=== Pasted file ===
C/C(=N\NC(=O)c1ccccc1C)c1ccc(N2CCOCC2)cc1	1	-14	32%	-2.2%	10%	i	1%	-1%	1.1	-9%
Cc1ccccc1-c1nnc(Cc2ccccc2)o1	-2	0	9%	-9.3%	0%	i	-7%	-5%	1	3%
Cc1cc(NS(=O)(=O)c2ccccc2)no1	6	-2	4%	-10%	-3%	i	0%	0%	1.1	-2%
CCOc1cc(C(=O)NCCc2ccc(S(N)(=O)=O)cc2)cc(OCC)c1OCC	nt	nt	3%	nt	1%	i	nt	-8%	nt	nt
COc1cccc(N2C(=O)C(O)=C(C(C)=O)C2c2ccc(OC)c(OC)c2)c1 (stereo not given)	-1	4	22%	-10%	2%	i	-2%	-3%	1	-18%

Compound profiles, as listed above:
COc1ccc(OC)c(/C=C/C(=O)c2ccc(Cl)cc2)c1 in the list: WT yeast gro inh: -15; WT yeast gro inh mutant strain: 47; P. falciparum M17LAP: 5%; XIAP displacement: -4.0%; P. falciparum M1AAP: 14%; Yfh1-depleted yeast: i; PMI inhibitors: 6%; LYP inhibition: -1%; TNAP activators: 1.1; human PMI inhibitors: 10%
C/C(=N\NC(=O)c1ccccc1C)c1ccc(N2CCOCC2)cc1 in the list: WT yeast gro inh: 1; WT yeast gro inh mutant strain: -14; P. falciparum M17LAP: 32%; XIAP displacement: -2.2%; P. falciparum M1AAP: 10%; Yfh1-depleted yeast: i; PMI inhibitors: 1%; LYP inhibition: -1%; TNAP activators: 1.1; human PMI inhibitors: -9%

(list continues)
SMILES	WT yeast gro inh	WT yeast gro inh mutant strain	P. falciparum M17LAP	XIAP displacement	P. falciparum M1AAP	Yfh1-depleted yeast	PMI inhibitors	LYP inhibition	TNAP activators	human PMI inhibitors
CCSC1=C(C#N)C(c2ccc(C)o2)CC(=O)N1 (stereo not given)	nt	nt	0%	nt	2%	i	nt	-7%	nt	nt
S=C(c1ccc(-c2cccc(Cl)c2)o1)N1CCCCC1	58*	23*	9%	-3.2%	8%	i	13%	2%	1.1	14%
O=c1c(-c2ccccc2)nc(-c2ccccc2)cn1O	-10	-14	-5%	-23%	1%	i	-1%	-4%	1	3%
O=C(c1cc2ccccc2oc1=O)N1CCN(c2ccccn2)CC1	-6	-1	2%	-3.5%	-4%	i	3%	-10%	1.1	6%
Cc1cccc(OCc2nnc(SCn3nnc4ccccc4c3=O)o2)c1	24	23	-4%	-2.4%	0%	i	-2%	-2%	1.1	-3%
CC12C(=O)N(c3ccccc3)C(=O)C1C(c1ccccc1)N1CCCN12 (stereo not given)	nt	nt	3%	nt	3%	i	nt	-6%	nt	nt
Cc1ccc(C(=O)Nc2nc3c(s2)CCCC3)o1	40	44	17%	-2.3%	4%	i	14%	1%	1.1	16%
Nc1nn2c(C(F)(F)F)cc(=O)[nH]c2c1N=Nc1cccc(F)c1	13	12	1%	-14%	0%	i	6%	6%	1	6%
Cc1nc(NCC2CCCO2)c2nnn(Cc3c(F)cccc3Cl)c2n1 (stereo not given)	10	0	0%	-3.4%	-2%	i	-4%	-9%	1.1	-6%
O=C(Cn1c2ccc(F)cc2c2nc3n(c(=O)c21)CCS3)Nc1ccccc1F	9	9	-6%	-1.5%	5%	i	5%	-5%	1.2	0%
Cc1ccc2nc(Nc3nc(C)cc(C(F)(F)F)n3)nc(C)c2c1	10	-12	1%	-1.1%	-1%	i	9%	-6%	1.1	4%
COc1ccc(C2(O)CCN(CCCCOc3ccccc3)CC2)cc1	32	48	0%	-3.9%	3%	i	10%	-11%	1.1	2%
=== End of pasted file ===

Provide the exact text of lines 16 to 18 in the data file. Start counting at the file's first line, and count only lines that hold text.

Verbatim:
CC12C(=O)N(c3ccccc3)C(=O)C1C(c1ccccc1)N1CCCN12 (stereo not given)	nt	nt	3%	nt	3%	i	nt	-6%	nt	nt
Cc1ccc(C(=O)Nc2nc3c(s2)CCCC3)o1	40	44	17%	-2.3%	4%	i	14%	1%	1.1	16%
Nc1nn2c(C(F)(F)F)cc(=O)[nH]c2c1N=Nc1cccc(F)c1	13	12	1%	-14%	0%	i	6%	6%	1	6%